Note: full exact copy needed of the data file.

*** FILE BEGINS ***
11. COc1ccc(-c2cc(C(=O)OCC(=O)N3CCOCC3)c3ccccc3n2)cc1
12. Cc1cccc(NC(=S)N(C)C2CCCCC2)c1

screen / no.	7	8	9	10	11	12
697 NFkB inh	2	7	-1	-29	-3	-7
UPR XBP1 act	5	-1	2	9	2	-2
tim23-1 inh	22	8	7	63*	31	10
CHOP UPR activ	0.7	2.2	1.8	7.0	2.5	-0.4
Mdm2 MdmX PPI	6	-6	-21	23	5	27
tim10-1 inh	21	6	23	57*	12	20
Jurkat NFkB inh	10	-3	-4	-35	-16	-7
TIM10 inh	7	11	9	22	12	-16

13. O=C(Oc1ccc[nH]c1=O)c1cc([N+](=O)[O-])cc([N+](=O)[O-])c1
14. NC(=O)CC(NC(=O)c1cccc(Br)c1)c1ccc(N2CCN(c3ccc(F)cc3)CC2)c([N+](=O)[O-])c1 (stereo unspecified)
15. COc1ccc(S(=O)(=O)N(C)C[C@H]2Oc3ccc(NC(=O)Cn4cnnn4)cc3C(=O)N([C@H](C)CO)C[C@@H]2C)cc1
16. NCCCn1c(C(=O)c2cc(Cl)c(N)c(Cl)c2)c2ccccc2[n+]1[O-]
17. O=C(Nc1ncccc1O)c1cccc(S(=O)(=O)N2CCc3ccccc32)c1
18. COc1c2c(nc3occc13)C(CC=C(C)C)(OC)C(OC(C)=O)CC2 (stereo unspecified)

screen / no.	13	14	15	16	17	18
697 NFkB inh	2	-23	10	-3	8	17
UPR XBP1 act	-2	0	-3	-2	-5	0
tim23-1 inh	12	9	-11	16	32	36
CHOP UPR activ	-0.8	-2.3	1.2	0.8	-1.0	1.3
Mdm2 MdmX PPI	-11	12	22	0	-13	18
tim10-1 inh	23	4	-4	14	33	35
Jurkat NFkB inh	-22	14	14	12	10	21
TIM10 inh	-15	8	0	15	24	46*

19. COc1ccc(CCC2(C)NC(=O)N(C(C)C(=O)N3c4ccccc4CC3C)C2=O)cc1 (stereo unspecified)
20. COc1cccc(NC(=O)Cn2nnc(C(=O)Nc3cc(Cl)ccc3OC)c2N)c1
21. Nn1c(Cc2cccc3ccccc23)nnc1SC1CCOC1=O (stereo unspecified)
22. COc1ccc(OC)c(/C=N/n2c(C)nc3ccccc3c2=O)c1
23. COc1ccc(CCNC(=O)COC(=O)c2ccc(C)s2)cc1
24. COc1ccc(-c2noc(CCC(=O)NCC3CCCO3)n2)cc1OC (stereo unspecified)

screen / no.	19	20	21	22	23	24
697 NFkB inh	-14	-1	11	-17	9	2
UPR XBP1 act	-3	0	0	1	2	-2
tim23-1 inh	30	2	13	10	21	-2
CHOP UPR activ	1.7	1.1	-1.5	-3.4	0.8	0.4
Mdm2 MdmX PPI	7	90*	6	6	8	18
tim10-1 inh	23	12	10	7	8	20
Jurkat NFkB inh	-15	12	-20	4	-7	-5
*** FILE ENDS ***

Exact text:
11. COc1ccc(-c2cc(C(=O)OCC(=O)N3CCOCC3)c3ccccc3n2)cc1
12. Cc1cccc(NC(=S)N(C)C2CCCCC2)c1

screen / no.	7	8	9	10	11	12
697 NFkB inh	2	7	-1	-29	-3	-7
UPR XBP1 act	5	-1	2	9	2	-2
tim23-1 inh	22	8	7	63*	31	10
CHOP UPR activ	0.7	2.2	1.8	7.0	2.5	-0.4
Mdm2 MdmX PPI	6	-6	-21	23	5	27
tim10-1 inh	21	6	23	57*	12	20
Jurkat NFkB inh	10	-3	-4	-35	-16	-7
TIM10 inh	7	11	9	22	12	-16

13. O=C(Oc1ccc[nH]c1=O)c1cc([N+](=O)[O-])cc([N+](=O)[O-])c1
14. NC(=O)CC(NC(=O)c1cccc(Br)c1)c1ccc(N2CCN(c3ccc(F)cc3)CC2)c([N+](=O)[O-])c1 (stereo unspecified)
15. COc1ccc(S(=O)(=O)N(C)C[C@H]2Oc3ccc(NC(=O)Cn4cnnn4)cc3C(=O)N([C@H](C)CO)C[C@@H]2C)cc1
16. NCCCn1c(C(=O)c2cc(Cl)c(N)c(Cl)c2)c2ccccc2[n+]1[O-]
17. O=C(Nc1ncccc1O)c1cccc(S(=O)(=O)N2CCc3ccccc32)c1
18. COc1c2c(nc3occc13)C(CC=C(C)C)(OC)C(OC(C)=O)CC2 (stereo unspecified)

screen / no.	13	14	15	16	17	18
697 NFkB inh	2	-23	10	-3	8	17
UPR XBP1 act	-2	0	-3	-2	-5	0
tim23-1 inh	12	9	-11	16	32	36
CHOP UPR activ	-0.8	-2.3	1.2	0.8	-1.0	1.3
Mdm2 MdmX PPI	-11	12	22	0	-13	18
tim10-1 inh	23	4	-4	14	33	35
Jurkat NFkB inh	-22	14	14	12	10	21
TIM10 inh	-15	8	0	15	24	46*

19. COc1ccc(CCC2(C)NC(=O)N(C(C)C(=O)N3c4ccccc4CC3C)C2=O)cc1 (stereo unspecified)
20. COc1cccc(NC(=O)Cn2nnc(C(=O)Nc3cc(Cl)ccc3OC)c2N)c1
21. Nn1c(Cc2cccc3ccccc23)nnc1SC1CCOC1=O (stereo unspecified)
22. COc1ccc(OC)c(/C=N/n2c(C)nc3ccccc3c2=O)c1
23. COc1ccc(CCNC(=O)COC(=O)c2ccc(C)s2)cc1
24. COc1ccc(-c2noc(CCC(=O)NCC3CCCO3)n2)cc1OC (stereo unspecified)

screen / no.	19	20	21	22	23	24
697 NFkB inh	-14	-1	11	-17	9	2
UPR XBP1 act	-3	0	0	1	2	-2
tim23-1 inh	30	2	13	10	21	-2
CHOP UPR activ	1.7	1.1	-1.5	-3.4	0.8	0.4
Mdm2 MdmX PPI	7	90*	6	6	8	18
tim10-1 inh	23	12	10	7	8	20
Jurkat NFkB inh	-15	12	-20	4	-7	-5